現已26歲的Goh Puay Hwoon 小姐剛成立一個網上出售衣服及飾物店鋪，自學做生意。她花了一生去學習怎樣靠自己做事。
Puay Hwoon 患上一種名為脊髓肌肉萎縮症的神經肌肉疾病。 因用作控制肌肉的神經沒法正常運作而導致其肌肉萎縮。
電腦的滑鼠墊安放在她的肚子上正如她躺著而身體沒法彈動，只憑一按，她就能觸到世界。她購入存貨，收取帳單及安排速遞─全都由她在床上處理。她的兩個網站 ─vgfashionhouse.blogspot.com 或出售二手貨之 vgprettyhouse.blogspot.com ─自她初成立致今已擁有一些顧客。
當她的手因操作那滑鼠而感到疲倦時，她的母親 Ivy Yong女士會接替她。
Yong女士的姊妹帶來購自網上的食物及生活用品。母親與女兒除了到訪醫院外，一直都足不出戶。然而，已離婚且十年前為照顧女兒而放棄工作的Yong女士仍笑容滿面。 在國際大學的醫院裡，那些照料了Puay Hwoon十多年的醫生護士視這對母女如親人般看待。Yong女士還會輔導其他病人的家長。
至於下一個生晨，她已經有三個願望 ─ 「保持健康、我的生意上軌道，以及能親身見劉德華。」
The Straits Times
At 26, Miss Goh Puay Hwoon has taught herself to do business online, and has just set up an e-shop selling clothing and jewellery. She has spent her life learning to do things on her own.
As a child, she picked up reading and writing in both English and Chinese, although her family spoke only Mandarin and she did not spend a day in school.
A lifetime of hospital stays and being confined to her bed meant that she had to.
Puay Hwoon suffers from a neuromuscular disease called spinal muscular atrophy. Her muscles have wasted away because the nerves controlling them do not work properly.
She used to be able to sit on her own, but not for the last seven years as her condition took its toll.
Life-threatening chest infections are a constant worry.
Tipping the scales at 20kg, she is now too weak to lift her head, even on a good day. But her voice is spirited and her eyes shine with intelligence.
“I cannot go out, I cannot do a lot of things,” she said. “But I have a lot of friends, and I’m setting up a business.”
Mousepad resting on her stomach as she lies immobile, the world is just a click away. She chooses stocks, collects payments and gets deliveries done – all from her bed. She has two sites – vgfashionhouse.blogspot.com or vgprettyhouse.blogspot.com for second-hand products – and already a handful of customers in the month since she set them up.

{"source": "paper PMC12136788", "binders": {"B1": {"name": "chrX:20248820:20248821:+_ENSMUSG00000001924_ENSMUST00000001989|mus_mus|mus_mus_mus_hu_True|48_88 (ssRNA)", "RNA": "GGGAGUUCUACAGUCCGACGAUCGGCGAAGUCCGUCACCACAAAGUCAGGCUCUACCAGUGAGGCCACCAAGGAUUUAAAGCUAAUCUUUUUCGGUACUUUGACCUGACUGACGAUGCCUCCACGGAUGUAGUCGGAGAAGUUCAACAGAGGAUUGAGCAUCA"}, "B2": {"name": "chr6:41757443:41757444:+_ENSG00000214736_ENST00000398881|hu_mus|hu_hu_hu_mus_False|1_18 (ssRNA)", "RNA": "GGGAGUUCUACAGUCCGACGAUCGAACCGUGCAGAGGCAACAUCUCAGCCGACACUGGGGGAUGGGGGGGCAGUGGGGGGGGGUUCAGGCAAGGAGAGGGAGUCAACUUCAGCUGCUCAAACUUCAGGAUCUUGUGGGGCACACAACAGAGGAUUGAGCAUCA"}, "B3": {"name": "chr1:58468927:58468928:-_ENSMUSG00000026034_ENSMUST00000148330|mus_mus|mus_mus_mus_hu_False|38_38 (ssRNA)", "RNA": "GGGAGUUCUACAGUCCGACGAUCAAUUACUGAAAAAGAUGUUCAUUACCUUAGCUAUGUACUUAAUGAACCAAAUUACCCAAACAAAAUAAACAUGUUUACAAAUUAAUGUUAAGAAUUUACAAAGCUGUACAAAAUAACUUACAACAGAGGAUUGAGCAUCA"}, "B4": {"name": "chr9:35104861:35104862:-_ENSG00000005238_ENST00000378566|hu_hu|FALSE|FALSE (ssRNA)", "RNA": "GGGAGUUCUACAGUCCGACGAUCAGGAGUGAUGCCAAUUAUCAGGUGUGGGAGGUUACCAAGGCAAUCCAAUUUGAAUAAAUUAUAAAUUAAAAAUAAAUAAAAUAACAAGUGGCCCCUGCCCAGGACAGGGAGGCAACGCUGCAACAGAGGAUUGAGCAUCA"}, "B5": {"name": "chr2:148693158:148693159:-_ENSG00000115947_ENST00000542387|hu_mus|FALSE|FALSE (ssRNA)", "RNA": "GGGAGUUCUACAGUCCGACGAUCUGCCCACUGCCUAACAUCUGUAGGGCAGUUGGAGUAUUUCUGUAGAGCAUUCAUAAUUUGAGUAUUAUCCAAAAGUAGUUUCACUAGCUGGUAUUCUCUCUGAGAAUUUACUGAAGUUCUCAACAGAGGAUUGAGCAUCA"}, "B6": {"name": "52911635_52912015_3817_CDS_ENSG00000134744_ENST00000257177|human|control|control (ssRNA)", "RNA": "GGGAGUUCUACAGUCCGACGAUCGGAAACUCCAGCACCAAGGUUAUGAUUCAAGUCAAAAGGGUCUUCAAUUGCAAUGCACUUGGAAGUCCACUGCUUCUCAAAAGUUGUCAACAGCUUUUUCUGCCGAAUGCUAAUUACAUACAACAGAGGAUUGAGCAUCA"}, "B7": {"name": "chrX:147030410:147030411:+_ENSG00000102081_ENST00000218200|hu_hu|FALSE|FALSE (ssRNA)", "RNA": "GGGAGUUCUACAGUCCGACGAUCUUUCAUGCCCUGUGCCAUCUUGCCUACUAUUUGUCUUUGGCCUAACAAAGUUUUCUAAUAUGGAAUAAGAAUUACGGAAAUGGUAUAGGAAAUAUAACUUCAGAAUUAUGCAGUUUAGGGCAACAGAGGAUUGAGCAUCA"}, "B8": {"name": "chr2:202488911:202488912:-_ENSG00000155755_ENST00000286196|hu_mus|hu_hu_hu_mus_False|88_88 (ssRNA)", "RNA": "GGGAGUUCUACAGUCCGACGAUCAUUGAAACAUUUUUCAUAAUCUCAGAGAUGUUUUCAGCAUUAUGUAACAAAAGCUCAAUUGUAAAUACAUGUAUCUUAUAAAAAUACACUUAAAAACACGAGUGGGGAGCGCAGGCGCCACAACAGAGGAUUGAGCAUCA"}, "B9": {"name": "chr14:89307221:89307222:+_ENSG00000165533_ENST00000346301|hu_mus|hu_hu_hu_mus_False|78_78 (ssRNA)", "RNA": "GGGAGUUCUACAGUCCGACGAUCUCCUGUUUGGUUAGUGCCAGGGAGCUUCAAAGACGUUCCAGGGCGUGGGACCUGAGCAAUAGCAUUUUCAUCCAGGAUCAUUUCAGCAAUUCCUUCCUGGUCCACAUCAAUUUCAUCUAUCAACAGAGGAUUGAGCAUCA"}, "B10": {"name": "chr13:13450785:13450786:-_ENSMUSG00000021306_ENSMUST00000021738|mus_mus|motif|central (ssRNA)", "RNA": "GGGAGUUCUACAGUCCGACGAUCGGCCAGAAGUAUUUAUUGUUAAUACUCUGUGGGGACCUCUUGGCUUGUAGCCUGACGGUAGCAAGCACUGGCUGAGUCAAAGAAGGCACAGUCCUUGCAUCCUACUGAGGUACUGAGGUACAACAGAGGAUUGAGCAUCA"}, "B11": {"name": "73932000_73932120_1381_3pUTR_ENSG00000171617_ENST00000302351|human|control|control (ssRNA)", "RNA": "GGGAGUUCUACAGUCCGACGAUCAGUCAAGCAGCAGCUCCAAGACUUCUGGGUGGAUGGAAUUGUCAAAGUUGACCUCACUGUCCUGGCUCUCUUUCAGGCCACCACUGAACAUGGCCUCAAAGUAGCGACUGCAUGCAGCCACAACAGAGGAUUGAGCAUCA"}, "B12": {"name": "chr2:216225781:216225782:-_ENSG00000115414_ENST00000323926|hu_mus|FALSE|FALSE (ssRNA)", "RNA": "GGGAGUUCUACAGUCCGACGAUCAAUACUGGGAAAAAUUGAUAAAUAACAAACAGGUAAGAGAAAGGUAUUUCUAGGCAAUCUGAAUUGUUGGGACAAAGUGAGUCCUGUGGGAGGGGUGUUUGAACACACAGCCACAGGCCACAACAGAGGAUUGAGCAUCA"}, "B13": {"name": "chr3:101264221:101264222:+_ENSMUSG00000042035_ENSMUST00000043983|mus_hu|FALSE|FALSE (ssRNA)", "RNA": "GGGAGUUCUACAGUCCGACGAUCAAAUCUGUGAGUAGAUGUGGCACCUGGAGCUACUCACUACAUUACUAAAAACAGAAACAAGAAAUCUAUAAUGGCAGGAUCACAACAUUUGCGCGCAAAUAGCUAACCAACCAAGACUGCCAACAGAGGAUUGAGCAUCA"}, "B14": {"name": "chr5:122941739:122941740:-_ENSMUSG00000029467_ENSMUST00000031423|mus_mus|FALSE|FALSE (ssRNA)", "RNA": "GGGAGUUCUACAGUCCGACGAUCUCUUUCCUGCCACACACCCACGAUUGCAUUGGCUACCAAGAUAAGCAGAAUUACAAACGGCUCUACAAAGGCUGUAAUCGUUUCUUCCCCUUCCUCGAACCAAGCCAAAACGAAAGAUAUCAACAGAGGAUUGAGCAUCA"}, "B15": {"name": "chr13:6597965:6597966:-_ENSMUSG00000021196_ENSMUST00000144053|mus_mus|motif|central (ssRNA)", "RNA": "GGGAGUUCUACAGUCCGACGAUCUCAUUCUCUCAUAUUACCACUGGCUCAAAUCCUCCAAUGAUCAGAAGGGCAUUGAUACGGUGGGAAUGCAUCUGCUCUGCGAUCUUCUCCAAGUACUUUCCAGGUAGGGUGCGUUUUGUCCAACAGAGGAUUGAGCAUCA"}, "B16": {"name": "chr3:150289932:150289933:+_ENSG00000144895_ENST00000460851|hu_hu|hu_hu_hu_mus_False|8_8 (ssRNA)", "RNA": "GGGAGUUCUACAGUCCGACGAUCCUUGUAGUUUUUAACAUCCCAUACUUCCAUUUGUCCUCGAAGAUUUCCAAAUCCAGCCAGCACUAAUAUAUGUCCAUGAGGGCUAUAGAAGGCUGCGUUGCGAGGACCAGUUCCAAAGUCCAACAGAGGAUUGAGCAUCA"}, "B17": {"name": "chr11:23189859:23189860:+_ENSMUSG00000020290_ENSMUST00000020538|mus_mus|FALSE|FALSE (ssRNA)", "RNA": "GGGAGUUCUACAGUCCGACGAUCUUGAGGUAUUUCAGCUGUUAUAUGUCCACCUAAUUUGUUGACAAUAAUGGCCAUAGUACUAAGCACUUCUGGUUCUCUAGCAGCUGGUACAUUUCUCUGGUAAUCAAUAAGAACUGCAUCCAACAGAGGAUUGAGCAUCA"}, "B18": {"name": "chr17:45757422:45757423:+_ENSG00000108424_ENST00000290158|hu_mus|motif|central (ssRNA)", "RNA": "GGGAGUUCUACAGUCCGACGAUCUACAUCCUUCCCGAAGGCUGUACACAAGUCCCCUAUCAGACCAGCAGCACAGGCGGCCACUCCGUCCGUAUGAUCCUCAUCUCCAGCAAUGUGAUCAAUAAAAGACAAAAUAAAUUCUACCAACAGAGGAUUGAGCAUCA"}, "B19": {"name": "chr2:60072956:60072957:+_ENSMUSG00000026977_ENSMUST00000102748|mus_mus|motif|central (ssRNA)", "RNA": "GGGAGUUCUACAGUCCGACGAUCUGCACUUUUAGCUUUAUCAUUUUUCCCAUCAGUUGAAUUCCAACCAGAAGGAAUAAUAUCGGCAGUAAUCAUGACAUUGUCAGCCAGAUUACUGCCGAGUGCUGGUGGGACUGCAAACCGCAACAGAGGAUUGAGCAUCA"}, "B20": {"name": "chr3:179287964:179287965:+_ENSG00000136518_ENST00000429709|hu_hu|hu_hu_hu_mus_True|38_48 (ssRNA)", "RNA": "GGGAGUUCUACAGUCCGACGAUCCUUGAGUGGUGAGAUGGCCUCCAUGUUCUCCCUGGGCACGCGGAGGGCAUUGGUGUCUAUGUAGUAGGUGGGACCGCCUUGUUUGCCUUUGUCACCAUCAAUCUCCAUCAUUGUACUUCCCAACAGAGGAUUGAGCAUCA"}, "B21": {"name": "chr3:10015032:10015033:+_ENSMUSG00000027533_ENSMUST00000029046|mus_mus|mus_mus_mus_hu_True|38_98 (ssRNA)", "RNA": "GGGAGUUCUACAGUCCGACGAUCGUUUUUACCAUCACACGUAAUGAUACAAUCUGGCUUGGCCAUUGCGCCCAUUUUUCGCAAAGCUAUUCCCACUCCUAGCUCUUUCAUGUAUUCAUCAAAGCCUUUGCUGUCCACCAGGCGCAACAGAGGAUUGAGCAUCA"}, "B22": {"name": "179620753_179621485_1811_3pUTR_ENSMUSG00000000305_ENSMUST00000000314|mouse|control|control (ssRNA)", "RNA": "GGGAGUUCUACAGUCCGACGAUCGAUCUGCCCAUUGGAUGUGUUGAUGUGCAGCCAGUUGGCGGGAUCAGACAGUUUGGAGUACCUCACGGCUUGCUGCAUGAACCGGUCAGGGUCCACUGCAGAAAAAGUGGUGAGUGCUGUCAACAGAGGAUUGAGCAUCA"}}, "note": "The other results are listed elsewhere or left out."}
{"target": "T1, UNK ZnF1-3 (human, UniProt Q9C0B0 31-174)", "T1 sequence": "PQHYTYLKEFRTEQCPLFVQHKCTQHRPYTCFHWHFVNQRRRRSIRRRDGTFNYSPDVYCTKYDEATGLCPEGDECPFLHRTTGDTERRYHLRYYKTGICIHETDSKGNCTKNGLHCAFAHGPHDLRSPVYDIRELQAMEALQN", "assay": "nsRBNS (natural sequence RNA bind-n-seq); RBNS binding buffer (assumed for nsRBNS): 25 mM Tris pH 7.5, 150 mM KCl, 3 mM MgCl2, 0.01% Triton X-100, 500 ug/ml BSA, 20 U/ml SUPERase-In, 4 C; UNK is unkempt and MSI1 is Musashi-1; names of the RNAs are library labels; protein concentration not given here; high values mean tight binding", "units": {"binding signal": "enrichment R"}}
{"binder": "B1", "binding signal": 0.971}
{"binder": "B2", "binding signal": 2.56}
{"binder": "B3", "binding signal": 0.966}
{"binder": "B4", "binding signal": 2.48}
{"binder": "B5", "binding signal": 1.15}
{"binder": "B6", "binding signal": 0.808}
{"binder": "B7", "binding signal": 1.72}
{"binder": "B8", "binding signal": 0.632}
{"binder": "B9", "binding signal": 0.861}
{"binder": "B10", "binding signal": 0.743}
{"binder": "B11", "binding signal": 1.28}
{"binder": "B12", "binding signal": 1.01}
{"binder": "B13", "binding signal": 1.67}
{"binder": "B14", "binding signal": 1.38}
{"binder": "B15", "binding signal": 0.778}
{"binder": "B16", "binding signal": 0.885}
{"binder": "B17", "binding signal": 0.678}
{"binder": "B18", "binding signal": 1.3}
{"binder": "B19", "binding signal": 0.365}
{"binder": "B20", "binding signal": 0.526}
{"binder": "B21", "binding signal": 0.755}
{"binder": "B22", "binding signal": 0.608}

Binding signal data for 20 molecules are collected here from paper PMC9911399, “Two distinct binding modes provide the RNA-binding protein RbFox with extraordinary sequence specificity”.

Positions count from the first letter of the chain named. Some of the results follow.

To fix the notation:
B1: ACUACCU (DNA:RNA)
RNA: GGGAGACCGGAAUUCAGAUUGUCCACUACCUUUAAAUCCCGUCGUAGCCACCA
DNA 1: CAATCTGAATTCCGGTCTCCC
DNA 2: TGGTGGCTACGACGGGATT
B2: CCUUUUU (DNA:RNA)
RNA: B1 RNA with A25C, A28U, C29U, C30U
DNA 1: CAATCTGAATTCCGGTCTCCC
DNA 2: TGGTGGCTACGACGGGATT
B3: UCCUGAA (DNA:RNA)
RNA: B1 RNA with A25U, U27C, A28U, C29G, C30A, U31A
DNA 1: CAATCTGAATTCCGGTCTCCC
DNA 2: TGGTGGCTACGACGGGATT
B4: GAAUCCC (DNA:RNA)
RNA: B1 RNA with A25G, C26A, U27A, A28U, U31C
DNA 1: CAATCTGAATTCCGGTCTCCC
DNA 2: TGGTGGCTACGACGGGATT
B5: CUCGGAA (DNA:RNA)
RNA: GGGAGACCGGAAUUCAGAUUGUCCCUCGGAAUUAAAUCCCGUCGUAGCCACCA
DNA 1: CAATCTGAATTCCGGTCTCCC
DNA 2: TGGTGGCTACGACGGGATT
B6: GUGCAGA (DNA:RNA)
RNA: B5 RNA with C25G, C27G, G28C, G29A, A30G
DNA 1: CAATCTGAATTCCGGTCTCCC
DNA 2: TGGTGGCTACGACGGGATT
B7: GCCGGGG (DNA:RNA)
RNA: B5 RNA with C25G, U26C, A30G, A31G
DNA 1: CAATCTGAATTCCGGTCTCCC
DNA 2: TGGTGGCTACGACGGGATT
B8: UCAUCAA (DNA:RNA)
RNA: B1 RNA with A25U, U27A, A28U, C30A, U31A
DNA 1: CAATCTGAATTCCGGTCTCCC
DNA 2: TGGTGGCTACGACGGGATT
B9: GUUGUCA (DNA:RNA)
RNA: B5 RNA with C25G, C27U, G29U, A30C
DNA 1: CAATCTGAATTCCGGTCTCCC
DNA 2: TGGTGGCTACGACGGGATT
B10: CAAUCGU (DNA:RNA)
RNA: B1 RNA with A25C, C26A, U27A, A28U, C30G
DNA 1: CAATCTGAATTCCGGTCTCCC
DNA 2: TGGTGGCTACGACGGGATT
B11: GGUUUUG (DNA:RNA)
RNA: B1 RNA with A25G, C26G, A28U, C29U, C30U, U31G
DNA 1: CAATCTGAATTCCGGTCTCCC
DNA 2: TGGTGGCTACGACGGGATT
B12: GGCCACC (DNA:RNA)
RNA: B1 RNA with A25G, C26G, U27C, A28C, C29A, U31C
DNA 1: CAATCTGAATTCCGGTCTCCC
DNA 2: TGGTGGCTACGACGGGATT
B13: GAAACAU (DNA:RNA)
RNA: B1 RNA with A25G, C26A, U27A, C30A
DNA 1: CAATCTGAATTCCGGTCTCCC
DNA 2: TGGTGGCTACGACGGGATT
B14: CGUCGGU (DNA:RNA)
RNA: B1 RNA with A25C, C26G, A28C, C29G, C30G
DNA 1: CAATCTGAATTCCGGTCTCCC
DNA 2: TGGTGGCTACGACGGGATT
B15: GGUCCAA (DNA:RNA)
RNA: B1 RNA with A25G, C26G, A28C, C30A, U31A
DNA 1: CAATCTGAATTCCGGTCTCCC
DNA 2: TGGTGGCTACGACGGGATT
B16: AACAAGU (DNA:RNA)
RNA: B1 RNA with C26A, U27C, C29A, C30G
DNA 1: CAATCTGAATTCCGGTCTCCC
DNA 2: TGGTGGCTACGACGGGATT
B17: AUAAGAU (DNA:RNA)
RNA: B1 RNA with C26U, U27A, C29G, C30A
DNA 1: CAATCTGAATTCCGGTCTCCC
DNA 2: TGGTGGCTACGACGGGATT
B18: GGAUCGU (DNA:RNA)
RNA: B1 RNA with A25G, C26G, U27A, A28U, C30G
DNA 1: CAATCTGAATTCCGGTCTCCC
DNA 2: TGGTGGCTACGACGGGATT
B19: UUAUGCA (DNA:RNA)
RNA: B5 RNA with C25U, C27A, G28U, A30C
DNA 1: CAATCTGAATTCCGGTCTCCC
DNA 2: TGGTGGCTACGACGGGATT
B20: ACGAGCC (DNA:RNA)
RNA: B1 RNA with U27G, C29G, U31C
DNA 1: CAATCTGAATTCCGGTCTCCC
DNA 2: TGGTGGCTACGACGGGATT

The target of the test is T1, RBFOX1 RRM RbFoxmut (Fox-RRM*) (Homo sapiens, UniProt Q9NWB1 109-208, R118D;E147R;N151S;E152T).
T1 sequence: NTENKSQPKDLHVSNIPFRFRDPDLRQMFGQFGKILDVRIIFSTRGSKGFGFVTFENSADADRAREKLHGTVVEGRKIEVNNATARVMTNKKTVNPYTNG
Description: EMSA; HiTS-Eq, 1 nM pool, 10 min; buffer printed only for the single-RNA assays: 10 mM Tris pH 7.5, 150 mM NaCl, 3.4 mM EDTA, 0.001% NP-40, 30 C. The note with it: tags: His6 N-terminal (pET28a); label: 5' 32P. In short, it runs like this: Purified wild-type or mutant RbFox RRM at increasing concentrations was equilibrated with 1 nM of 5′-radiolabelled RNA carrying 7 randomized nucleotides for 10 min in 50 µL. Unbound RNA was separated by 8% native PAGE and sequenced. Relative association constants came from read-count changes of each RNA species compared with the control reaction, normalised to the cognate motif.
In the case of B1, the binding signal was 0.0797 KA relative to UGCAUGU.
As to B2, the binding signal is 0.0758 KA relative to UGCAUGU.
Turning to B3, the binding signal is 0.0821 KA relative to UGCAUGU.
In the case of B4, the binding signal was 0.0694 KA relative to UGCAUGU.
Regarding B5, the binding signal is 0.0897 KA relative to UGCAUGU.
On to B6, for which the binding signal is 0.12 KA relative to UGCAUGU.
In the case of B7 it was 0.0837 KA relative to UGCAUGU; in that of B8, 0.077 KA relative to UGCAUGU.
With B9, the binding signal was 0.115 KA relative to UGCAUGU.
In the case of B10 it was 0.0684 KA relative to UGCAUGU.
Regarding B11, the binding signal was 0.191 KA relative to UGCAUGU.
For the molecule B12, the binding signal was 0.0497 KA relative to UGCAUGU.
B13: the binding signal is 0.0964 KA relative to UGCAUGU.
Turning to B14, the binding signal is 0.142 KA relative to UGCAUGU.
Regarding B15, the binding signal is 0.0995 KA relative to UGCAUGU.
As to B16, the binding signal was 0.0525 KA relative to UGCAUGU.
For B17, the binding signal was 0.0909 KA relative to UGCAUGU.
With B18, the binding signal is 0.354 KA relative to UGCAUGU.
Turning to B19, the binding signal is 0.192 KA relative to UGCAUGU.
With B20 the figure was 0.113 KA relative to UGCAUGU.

Then there are suppliers to talk to, pen-pals in Taiwan, online games and chats and virtual pets to take care of.
There are Hong Kong and Taiwan television dramas to watch, newspaper to read, and music by her heartthrob Andy Lau. And there’s her Barbie doll collection to enjoy- one wall of her bed room in her three-room flat in the east is packed floor to ceiling with over 40 of them.
When her hand gets too tried manoeuvring the mouse, her mother, Madam Ivy Yong, takes over.
“She taught me how to use the Internet,” said the cheerful 52-year-old, who is never far from her daughter’s side.
Madam Yong’s sister brings food over and groceries are brought online. Mother and daughter never leave the house, except to go to the hospital.
But Madam Yong, a divorce who quit work 10 years ago to take care of her daughter, is full of laughter. At the National University Hospital, where the pair are like family members to the paediatric doctors and nurses who have treated Puay Hwoon for decades, she counsels other parents.
“I tell them, you need to accept what’s handed to you, and you’ve got to be optimistic or it won’t do your children any good,” she said in Mandarin.
Chest infection and stays in the intensive-care unit aside, hospital visits are a must every three months, for Puay Hwoon to change her feeding tube.
Since she is no longer able to swallow, her only food for the past three years has been milk, fed directly to her stomach through a tube.
Each night’s sleep lasts no longer than four or five hours for mother and daughter, as Madam Yong has to feed her seven times a day.
Madam Yong sleeps on a mattress beside her daughter’s bed, helps her with a bed pan and carries an inflatable child’s pool onto the bed to bathe her.
The pint-size woman does physiotherapy exercises on her daughter several times a day, and even carries her in her arms when necessary.
Money-wise, they are supported by Puay Hwoon’s brother, 30, a computer technician, and helped by individuals and organizations that donate money, medicine and equipment, such as her breathing device.
Said Puay Hwoon: “I’d really like to thank all the people who have helped me.”
There is much to be thankful for, she said.
“I have so many friends, more than a hundred. Doctors, medical students, friends from church.”
They crowd into the flat for her birthday party every year, armed with a fancy cake in the shape of a doll, which she likes to look at, even though she can’t take a slice. “I never liked to eat, I don’t miss food,” she said.
For her next birthday, she already has three wishes: “To keep healthy, and to see my business take off.
“And to see Andy Lau in person.”
The Straits Times
October 11, 2006